(Music: “Turn Into” by Yeah Yeah Yeahs)

so much more than a lovely restaurant owner to us! always kind and ready to help in any number of situations, not to mention tons of fun. and she spoke phenomenal english– which she claimed developed largely as a result of watching american tv!

“Chapter” Six:  A chat with our neighbor Jalan about his history with Thung Song, a stop-in at Yim Yim Restaurant to be showered with gifts by Peung and her mother (the owner of the restaurant), a riveting performance by Montrey & Co. at Win Win (with a guest appearance of David on the drums), a look around O’s place, a coffee with Kung, and a quick peek around the Dinosaur Restaurant.
(Music: “Doo Doo Doo (ดูดู่ดู้)” by Job2Do, performed by Montrey; and another Thai song I’m unfortunately unfamiliar with, also performed by Montrey)

(i realized the video kind of only suggests they gave me some taro cakes, when in reality, i received so much more!)

o: the man who wears the most hats in thung song. army man, restaurant owner, leader of the fighting fish and lottery racket (jokes, jokes. it wasn’t a racket.)

kung, the sister of our former-agent yax, and our housemate for our first month in thailand! she runs the coffee shop in front of the office, and is a collector of strays.

“Chapter” Seven: Ollie’s last walk! That river is clean enough, pickup truck is a saw (you’ll know what I mean), and the street dogs run the spectrum of ‘placid’ to ‘jerk.’ Then we run into the famed P’Kiew (whose house is driven past and who is seen at the fried banana stand [not to be confused with the… banana stand] in “Chapter” One and who just drove past us as we walked Ollie) to chat for a second about martial arts, and then invite him to our goodbye dinner at Kan Yeang. He was just a sweet old man who’d lived in Thung Song his whole life. He had the tiniest little concrete house and he enjoyed napping outside it, bent over that little table out front. We’d always chat when I was walking Ollie; he knew a little bit of English and we had fun trying to make ourselves understood. We’d often seen him outside doing the yardwork for his sister, who lives in the nice house next door, and we drank beer with him a few times.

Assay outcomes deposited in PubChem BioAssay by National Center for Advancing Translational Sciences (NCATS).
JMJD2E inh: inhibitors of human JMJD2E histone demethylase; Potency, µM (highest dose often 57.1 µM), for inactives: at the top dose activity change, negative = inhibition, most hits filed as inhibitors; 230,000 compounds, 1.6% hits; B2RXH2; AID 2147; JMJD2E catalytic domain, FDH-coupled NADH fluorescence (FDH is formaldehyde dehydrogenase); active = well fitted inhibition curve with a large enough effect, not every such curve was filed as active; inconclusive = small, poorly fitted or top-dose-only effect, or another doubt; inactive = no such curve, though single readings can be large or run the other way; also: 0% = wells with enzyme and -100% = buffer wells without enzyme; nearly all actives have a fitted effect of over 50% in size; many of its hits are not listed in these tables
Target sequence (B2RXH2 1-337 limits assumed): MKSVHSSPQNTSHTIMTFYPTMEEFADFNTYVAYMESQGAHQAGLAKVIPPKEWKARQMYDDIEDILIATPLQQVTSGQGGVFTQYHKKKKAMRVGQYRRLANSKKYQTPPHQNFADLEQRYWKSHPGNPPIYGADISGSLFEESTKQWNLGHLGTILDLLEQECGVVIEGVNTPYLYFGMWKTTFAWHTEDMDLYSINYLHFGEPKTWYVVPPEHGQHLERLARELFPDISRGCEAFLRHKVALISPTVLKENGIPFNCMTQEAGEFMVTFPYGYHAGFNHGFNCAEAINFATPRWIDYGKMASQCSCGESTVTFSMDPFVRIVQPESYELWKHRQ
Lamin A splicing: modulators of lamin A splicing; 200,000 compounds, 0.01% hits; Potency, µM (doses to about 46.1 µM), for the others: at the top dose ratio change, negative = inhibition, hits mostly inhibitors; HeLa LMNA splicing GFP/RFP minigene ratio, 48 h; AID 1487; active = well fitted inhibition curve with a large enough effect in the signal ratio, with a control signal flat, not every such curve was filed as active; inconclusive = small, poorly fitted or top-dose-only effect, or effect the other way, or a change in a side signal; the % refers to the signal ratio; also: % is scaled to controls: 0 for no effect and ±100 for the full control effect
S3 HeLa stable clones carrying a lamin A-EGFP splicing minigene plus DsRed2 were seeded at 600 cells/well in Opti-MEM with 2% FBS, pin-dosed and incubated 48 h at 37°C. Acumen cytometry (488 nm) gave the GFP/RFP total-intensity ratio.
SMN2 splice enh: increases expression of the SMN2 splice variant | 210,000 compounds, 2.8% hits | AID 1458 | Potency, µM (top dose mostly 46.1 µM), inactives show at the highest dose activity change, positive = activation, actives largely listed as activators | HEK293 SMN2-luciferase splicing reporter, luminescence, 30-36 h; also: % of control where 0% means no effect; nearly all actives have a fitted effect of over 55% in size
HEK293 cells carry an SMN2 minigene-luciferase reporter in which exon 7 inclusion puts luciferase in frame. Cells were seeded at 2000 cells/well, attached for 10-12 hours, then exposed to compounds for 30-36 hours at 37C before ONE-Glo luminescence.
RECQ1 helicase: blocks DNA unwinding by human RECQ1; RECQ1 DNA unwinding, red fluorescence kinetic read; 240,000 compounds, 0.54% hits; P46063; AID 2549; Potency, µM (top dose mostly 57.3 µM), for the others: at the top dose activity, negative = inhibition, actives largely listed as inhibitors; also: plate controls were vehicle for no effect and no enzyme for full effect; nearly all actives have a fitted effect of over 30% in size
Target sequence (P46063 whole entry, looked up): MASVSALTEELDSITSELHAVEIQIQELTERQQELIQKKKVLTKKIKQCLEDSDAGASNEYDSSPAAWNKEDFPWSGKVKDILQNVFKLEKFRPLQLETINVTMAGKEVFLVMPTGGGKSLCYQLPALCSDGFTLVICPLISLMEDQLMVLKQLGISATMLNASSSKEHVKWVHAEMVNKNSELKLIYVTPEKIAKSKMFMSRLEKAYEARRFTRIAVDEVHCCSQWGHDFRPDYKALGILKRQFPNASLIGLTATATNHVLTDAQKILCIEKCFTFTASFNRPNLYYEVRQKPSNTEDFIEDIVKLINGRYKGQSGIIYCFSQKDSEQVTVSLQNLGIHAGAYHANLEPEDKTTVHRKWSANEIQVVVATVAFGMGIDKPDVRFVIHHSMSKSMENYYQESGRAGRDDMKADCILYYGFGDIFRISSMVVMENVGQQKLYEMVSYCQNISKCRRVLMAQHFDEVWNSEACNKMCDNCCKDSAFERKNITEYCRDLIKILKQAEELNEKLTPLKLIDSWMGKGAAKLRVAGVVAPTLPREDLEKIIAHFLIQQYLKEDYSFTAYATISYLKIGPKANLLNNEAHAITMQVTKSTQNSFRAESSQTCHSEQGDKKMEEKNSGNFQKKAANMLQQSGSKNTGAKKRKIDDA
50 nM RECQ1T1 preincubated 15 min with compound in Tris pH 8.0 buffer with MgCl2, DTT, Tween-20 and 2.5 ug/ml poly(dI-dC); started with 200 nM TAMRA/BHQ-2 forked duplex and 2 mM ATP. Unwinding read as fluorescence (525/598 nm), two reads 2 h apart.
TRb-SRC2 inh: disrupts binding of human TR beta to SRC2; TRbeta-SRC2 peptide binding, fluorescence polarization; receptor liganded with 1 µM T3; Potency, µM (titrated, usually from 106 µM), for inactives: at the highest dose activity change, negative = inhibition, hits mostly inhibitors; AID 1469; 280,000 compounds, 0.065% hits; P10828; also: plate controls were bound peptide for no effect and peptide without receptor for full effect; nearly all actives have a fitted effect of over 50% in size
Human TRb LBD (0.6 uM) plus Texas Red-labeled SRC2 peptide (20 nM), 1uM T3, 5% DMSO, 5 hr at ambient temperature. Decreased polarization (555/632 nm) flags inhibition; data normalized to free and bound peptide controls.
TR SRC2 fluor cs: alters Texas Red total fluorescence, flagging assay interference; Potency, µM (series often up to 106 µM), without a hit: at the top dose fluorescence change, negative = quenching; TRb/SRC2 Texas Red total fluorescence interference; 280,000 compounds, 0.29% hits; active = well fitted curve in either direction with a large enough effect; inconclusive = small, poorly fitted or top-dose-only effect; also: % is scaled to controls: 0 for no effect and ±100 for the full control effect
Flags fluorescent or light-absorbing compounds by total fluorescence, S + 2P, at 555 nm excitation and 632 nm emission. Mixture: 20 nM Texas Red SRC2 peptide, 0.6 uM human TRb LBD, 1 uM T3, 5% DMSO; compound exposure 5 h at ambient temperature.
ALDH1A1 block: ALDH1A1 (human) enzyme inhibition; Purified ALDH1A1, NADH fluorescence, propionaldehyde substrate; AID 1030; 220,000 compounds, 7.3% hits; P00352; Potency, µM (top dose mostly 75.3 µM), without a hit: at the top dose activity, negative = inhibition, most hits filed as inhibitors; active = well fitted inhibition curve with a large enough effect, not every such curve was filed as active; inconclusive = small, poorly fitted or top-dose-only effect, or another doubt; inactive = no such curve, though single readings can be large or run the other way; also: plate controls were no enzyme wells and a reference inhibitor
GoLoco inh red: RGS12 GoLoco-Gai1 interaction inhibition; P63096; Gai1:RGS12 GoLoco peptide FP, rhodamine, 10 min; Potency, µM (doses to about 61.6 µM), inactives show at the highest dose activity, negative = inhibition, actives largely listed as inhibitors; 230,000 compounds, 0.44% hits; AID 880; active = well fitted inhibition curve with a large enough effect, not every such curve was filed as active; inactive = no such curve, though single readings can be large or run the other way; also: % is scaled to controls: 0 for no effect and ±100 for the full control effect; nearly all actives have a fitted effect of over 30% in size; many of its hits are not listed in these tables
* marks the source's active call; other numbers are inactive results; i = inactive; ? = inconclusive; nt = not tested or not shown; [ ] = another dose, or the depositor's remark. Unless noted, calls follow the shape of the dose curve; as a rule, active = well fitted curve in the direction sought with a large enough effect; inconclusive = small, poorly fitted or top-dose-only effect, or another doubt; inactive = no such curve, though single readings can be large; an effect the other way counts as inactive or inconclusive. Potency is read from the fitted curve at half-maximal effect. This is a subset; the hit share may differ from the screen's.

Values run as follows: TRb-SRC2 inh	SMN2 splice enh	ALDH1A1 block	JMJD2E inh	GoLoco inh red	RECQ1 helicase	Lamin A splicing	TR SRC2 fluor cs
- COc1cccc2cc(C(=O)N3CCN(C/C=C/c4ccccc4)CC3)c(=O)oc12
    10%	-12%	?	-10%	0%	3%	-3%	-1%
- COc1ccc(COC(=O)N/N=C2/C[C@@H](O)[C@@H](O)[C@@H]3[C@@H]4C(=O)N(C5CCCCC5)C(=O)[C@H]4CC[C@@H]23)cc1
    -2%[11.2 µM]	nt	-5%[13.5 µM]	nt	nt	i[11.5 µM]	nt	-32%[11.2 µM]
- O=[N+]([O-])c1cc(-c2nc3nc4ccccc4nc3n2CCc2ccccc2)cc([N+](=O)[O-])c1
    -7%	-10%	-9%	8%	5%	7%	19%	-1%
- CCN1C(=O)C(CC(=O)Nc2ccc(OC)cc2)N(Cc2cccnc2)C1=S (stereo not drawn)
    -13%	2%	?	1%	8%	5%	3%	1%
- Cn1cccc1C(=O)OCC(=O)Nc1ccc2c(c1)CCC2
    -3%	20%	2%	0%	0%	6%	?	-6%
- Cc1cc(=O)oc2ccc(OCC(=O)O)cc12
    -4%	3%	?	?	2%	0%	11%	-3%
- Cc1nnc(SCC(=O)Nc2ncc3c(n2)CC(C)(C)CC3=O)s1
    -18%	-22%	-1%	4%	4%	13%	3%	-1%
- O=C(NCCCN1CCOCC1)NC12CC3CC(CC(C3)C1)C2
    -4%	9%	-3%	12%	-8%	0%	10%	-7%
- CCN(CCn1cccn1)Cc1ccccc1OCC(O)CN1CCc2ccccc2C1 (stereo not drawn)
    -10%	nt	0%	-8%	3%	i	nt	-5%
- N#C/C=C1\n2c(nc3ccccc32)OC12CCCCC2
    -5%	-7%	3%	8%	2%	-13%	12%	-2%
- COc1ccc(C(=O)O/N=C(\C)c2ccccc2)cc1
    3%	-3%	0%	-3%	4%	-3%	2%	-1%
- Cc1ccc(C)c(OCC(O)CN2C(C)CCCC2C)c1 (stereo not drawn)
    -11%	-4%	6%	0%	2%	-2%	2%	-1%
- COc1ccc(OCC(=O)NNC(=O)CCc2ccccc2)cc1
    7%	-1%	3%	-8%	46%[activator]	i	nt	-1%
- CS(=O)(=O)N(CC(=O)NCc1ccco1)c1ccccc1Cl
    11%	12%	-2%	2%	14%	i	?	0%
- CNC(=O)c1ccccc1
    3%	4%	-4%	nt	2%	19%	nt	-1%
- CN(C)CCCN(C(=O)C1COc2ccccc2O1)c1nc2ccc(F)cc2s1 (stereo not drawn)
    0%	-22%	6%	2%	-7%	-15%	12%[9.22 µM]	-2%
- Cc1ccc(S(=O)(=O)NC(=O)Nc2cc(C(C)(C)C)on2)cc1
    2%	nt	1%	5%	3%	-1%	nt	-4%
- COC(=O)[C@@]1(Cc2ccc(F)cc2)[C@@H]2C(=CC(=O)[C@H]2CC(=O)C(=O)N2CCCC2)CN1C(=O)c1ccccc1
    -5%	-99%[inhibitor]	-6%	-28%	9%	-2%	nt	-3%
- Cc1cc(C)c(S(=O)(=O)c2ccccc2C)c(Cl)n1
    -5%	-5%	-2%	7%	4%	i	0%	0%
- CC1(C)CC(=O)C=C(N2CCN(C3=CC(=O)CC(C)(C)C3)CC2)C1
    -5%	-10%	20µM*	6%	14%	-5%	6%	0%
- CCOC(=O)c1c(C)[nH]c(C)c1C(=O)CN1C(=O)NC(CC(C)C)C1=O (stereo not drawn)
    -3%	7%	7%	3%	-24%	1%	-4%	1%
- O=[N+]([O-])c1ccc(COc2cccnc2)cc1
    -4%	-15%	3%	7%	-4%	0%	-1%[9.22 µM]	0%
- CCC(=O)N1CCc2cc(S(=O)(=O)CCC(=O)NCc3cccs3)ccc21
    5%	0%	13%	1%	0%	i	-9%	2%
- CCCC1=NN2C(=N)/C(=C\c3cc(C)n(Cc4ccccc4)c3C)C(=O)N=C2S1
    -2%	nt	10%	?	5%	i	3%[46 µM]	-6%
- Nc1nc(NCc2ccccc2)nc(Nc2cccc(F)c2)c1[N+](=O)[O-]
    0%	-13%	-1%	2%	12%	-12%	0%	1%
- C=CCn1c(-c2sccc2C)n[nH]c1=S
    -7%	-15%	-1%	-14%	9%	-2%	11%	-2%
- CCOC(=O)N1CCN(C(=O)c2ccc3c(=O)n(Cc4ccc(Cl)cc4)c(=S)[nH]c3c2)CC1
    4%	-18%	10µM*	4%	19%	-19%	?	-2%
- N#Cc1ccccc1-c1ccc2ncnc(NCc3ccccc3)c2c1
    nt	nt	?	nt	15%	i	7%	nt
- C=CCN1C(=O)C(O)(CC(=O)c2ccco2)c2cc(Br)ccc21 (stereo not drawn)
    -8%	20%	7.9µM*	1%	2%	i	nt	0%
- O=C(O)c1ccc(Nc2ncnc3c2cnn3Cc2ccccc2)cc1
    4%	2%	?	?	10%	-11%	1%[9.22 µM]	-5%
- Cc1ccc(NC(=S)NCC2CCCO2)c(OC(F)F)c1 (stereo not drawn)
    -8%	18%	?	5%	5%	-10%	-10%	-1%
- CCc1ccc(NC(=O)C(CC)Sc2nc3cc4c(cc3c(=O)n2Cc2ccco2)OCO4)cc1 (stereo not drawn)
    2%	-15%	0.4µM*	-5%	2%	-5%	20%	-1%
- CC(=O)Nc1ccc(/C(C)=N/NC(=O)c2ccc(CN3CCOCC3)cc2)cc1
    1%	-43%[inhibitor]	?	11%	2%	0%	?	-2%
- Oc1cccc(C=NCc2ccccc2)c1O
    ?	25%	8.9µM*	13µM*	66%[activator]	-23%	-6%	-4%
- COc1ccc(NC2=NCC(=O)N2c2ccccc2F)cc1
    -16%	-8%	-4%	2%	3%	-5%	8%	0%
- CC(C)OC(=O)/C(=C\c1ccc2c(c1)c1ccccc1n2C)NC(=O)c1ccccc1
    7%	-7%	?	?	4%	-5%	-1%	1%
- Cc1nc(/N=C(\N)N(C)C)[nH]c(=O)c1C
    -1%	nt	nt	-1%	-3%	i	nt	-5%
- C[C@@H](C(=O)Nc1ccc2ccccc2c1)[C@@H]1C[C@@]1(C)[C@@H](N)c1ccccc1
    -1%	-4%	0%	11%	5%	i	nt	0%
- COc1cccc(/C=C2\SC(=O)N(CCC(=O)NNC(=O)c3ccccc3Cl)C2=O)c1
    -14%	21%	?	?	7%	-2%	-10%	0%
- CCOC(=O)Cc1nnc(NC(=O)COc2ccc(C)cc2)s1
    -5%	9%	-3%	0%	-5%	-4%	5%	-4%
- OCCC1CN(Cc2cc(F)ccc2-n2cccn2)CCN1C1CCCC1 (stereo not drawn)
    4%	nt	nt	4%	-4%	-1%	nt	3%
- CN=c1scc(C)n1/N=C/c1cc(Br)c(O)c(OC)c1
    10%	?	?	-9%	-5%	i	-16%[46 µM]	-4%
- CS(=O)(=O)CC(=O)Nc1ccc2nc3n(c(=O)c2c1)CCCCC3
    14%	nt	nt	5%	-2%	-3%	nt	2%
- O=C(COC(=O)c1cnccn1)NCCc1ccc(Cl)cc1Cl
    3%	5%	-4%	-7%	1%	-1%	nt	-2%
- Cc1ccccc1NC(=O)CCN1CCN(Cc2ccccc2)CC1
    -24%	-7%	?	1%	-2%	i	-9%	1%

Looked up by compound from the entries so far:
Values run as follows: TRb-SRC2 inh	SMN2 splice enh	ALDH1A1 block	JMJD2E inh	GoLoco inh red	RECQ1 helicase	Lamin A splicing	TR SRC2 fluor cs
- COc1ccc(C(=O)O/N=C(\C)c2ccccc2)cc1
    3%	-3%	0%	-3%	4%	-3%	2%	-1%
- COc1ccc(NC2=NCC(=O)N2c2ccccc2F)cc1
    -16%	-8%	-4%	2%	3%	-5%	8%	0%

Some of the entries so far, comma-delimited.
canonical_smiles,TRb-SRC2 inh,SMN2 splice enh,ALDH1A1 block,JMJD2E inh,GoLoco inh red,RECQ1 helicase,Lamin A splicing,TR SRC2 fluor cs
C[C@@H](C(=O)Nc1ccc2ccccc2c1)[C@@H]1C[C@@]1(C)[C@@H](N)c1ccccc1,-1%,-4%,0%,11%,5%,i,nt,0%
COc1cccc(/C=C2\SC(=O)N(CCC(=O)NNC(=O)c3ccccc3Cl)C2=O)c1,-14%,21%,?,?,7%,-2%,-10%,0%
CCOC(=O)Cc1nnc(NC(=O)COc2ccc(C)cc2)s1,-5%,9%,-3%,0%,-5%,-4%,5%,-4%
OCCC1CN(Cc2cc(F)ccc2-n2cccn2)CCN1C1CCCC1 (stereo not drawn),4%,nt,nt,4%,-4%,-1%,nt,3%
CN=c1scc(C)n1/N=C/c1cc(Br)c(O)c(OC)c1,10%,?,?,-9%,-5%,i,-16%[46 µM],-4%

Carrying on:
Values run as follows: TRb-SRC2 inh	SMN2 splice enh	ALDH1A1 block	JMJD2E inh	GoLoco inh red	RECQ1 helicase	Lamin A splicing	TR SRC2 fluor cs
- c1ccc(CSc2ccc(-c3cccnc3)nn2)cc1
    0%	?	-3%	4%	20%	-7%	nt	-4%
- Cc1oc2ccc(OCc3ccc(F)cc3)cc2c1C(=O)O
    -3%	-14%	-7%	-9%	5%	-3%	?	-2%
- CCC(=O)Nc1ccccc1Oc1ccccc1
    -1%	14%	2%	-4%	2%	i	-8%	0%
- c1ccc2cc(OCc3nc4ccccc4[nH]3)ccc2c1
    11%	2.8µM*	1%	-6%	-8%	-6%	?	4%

(Music: “Take a Walk” by Spoon; “Title Music (from The Darjeeling Limited)” by Shankar Jaikishan

“Chapter” Eight: Final goodbyes! Leaving the house, a farewell dinner at Kan Yeang, a mad dash for the train with a much-beloved entourage. Scenes from our train. Fine
(Music: “This Time Tomorrow” by the Kinks— itself a tip of the hat to DL.)

And if you wanna just watch it straight through… Here you go (yes, I’m aware that you get the same result if you just click ‘”Chapter” One’ up there). Oh, and if you’re watching this in Thailand (or anywhere else with less-than-desirable internet connection) you might think about just downloading it through SaveMedia.com or KeepVid.com. Will probably work better than waiting for the whole thing to buffer!

Kru Dum Plays the Saw

I just keep finding more and more videos stashed away! This one would have been taken just over a year ago, when Wayne and I were doing our week of lesson planning before the school term started at Tapae. Kru Dum (“Teacher Black,” because his skin is so ‘black’– his words, not mine) was one of the friendliest (of an almost entirely friendly) group of teachers we had the pleasure of working with at the school and he endeared himself to us from Day One. Though his command of English wasn’t the greatest, he loved to practice, and conversation often steered to his specific area of expertise– music.